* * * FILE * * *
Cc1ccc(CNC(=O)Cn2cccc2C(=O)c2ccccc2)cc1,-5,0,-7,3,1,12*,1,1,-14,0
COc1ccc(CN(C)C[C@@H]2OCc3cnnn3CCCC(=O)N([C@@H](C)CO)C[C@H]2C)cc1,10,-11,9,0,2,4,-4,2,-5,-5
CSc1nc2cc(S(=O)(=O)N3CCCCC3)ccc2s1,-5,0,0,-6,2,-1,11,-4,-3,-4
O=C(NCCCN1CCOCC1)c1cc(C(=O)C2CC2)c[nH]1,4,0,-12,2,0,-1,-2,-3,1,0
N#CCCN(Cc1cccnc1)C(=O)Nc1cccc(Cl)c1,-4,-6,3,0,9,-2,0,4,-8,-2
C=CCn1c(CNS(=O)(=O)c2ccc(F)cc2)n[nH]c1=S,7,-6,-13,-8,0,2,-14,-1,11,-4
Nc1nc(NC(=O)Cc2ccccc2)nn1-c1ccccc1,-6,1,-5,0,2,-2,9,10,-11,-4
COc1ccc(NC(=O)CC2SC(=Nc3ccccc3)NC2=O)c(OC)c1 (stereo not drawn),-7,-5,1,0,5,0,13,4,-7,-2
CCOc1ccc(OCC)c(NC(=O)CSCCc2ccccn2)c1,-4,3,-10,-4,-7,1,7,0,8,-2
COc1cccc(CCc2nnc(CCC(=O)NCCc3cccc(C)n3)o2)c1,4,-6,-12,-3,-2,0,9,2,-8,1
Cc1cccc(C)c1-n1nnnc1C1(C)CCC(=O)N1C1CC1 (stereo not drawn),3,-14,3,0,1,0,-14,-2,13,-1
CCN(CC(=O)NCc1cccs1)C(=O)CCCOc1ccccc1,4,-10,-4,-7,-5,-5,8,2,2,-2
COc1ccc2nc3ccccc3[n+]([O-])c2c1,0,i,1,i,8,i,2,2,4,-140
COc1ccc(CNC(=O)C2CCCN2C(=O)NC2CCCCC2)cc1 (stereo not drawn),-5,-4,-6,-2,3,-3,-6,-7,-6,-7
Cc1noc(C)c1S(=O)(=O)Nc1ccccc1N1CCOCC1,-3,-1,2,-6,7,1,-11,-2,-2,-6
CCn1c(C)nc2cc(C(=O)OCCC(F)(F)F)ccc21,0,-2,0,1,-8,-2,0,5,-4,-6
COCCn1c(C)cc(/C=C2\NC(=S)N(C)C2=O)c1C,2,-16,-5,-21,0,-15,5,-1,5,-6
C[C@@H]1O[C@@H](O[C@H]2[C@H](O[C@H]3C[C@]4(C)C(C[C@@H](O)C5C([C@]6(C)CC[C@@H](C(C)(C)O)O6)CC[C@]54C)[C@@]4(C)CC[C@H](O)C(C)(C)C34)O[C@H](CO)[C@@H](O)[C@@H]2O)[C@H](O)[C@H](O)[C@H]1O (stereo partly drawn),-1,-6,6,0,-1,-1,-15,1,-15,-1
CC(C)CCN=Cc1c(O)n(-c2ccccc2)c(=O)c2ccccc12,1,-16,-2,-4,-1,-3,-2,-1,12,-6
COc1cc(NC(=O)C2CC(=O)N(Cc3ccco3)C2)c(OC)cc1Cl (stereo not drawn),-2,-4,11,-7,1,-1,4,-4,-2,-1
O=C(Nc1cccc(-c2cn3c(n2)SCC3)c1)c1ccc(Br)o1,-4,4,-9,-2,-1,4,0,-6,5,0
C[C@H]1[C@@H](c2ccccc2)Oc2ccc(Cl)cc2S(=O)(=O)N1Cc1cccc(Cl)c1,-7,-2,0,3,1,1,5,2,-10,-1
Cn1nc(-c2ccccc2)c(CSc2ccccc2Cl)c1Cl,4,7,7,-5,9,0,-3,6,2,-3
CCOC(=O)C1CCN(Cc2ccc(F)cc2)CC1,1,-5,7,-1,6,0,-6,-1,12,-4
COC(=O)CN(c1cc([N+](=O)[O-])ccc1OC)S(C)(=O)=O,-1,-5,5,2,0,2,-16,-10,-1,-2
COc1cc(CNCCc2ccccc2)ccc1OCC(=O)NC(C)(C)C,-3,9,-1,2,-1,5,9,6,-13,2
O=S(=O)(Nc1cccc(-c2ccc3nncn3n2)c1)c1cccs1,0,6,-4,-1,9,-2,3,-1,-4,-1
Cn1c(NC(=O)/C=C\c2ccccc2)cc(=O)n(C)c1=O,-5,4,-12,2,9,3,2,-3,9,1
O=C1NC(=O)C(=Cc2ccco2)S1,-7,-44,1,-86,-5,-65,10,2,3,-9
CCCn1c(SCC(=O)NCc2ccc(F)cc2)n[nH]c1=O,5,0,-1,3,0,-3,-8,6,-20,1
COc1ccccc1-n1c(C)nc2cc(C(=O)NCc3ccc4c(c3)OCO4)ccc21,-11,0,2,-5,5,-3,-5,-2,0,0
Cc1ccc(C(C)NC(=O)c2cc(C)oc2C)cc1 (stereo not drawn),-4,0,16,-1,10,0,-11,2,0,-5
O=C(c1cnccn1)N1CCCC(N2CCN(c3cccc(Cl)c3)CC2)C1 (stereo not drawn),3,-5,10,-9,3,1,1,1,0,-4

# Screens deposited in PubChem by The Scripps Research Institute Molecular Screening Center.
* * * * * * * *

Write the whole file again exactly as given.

Cc1ccc(CNC(=O)Cn2cccc2C(=O)c2ccccc2)cc1,-5,0,-7,3,1,12*,1,1,-14,0
COc1ccc(CN(C)C[C@@H]2OCc3cnnn3CCCC(=O)N([C@@H](C)CO)C[C@H]2C)cc1,10,-11,9,0,2,4,-4,2,-5,-5
CSc1nc2cc(S(=O)(=O)N3CCCCC3)ccc2s1,-5,0,0,-6,2,-1,11,-4,-3,-4
O=C(NCCCN1CCOCC1)c1cc(C(=O)C2CC2)c[nH]1,4,0,-12,2,0,-1,-2,-3,1,0
N#CCCN(Cc1cccnc1)C(=O)Nc1cccc(Cl)c1,-4,-6,3,0,9,-2,0,4,-8,-2
C=CCn1c(CNS(=O)(=O)c2ccc(F)cc2)n[nH]c1=S,7,-6,-13,-8,0,2,-14,-1,11,-4
Nc1nc(NC(=O)Cc2ccccc2)nn1-c1ccccc1,-6,1,-5,0,2,-2,9,10,-11,-4
COc1ccc(NC(=O)CC2SC(=Nc3ccccc3)NC2=O)c(OC)c1 (stereo not drawn),-7,-5,1,0,5,0,13,4,-7,-2
CCOc1ccc(OCC)c(NC(=O)CSCCc2ccccn2)c1,-4,3,-10,-4,-7,1,7,0,8,-2
COc1cccc(CCc2nnc(CCC(=O)NCCc3cccc(C)n3)o2)c1,4,-6,-12,-3,-2,0,9,2,-8,1
Cc1cccc(C)c1-n1nnnc1C1(C)CCC(=O)N1C1CC1 (stereo not drawn),3,-14,3,0,1,0,-14,-2,13,-1
CCN(CC(=O)NCc1cccs1)C(=O)CCCOc1ccccc1,4,-10,-4,-7,-5,-5,8,2,2,-2
COc1ccc2nc3ccccc3[n+]([O-])c2c1,0,i,1,i,8,i,2,2,4,-140
COc1ccc(CNC(=O)C2CCCN2C(=O)NC2CCCCC2)cc1 (stereo not drawn),-5,-4,-6,-2,3,-3,-6,-7,-6,-7
Cc1noc(C)c1S(=O)(=O)Nc1ccccc1N1CCOCC1,-3,-1,2,-6,7,1,-11,-2,-2,-6
CCn1c(C)nc2cc(C(=O)OCCC(F)(F)F)ccc21,0,-2,0,1,-8,-2,0,5,-4,-6
COCCn1c(C)cc(/C=C2\NC(=S)N(C)C2=O)c1C,2,-16,-5,-21,0,-15,5,-1,5,-6
C[C@@H]1O[C@@H](O[C@H]2[C@H](O[C@H]3C[C@]4(C)C(C[C@@H](O)C5C([C@]6(C)CC[C@@H](C(C)(C)O)O6)CC[C@]54C)[C@@]4(C)CC[C@H](O)C(C)(C)C34)O[C@H](CO)[C@@H](O)[C@@H]2O)[C@H](O)[C@H](O)[C@H]1O (stereo partly drawn),-1,-6,6,0,-1,-1,-15,1,-15,-1
CC(C)CCN=Cc1c(O)n(-c2ccccc2)c(=O)c2ccccc12,1,-16,-2,-4,-1,-3,-2,-1,12,-6
COc1cc(NC(=O)C2CC(=O)N(Cc3ccco3)C2)c(OC)cc1Cl (stereo not drawn),-2,-4,11,-7,1,-1,4,-4,-2,-1
O=C(Nc1cccc(-c2cn3c(n2)SCC3)c1)c1ccc(Br)o1,-4,4,-9,-2,-1,4,0,-6,5,0
C[C@H]1[C@@H](c2ccccc2)Oc2ccc(Cl)cc2S(=O)(=O)N1Cc1cccc(Cl)c1,-7,-2,0,3,1,1,5,2,-10,-1
Cn1nc(-c2ccccc2)c(CSc2ccccc2Cl)c1Cl,4,7,7,-5,9,0,-3,6,2,-3
CCOC(=O)C1CCN(Cc2ccc(F)cc2)CC1,1,-5,7,-1,6,0,-6,-1,12,-4
COC(=O)CN(c1cc([N+](=O)[O-])ccc1OC)S(C)(=O)=O,-1,-5,5,2,0,2,-16,-10,-1,-2
COc1cc(CNCCc2ccccc2)ccc1OCC(=O)NC(C)(C)C,-3,9,-1,2,-1,5,9,6,-13,2
O=S(=O)(Nc1cccc(-c2ccc3nncn3n2)c1)c1cccs1,0,6,-4,-1,9,-2,3,-1,-4,-1
Cn1c(NC(=O)/C=C\c2ccccc2)cc(=O)n(C)c1=O,-5,4,-12,2,9,3,2,-3,9,1
O=C1NC(=O)C(=Cc2ccco2)S1,-7,-44,1,-86,-5,-65,10,2,3,-9
CCCn1c(SCC(=O)NCc2ccc(F)cc2)n[nH]c1=O,5,0,-1,3,0,-3,-8,6,-20,1
COc1ccccc1-n1c(C)nc2cc(C(=O)NCc3ccc4c(c3)OCO4)ccc21,-11,0,2,-5,5,-3,-5,-2,0,0
Cc1ccc(C(C)NC(=O)c2cc(C)oc2C)cc1 (stereo not drawn),-4,0,16,-1,10,0,-11,2,0,-5
O=C(c1cnccn1)N1CCCC(N2CCN(c3cccc(Cl)c3)CC2)C1 (stereo not drawn),3,-5,10,-9,3,1,1,1,0,-4

# Screens deposited in PubChem by The Scripps Research Institute Molecular Screening Center.